City and state officials hold a press conference in Maverick Square this morning to highlight steps to ensure the safety of BPS middle-school students who will have to take the T to get to school this year instead of the traditional yellow buses.
Among the thing regular T riders will notice, according to Mayor Walsh's office:
The StopWatch Program will be present at designated locations on the MBTA to assist in making the transition successful all students. The StopWatch Program is made up of youth advocacy agencies including the Boston Center for Youth and Families, StreetSafe, Suffolk Juvenile Probation, City Year members, Clergy, MBTA and City of Boston Transportation officials as well as school officials and law enforcement officers.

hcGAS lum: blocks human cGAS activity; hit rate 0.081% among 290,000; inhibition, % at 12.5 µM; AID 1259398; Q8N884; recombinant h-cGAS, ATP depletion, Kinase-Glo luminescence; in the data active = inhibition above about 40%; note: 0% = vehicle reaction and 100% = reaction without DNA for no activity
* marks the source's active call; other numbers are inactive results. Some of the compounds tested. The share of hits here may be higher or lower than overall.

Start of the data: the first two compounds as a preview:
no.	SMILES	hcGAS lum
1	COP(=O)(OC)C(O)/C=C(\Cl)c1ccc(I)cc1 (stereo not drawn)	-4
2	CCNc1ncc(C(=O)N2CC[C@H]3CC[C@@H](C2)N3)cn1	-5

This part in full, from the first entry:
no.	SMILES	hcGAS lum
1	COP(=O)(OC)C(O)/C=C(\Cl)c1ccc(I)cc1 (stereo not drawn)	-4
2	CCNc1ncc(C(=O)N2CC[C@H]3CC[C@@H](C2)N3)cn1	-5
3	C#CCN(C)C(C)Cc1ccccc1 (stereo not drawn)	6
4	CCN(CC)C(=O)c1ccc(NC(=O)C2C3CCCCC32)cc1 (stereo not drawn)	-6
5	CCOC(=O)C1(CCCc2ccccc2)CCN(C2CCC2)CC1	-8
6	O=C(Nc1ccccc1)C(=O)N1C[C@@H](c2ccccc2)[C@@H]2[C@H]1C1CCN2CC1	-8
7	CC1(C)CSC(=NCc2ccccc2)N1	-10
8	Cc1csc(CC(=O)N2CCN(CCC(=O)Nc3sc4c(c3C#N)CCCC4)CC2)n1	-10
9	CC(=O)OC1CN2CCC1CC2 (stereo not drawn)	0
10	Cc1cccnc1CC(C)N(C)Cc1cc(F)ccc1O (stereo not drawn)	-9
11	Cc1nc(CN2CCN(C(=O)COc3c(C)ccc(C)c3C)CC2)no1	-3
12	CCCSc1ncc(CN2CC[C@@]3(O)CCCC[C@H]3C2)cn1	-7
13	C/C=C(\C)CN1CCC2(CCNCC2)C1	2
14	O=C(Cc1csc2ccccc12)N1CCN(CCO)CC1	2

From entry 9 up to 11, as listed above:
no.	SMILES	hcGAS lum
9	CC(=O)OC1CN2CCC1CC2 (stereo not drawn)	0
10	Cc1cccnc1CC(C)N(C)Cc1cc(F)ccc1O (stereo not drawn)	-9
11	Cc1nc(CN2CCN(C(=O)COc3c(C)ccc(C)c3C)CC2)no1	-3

More than 50 BPS staff wearing blue vests and additional City Year members in red jackets will be "safety ambassadors" at key MBTA hubs in September. These teams will assist students and help answer questions. Locations include Forest Hills, Fields Corner, JFK/UMass, Bunker Hill, Maverick, Tufts Medical, Sullivan Square stations and other major student transit hubs.
Also, BPS will run 70 yellow-bus shuttle routes between schools and several large MBTA stations: Forest Hills, Mattapan Square, Ruggles, Fields Corner, Ashmont, Maverick, Sullivan Square and Andrew. The goal is to reduce the burden on the T of all those new riders.
Some 2,100 eighth graders will be riding the T this year instead of school buses. Nearly 17,000 BPS students were already riding the T - including many seventh and eighth-graders at the city's three exam schools.
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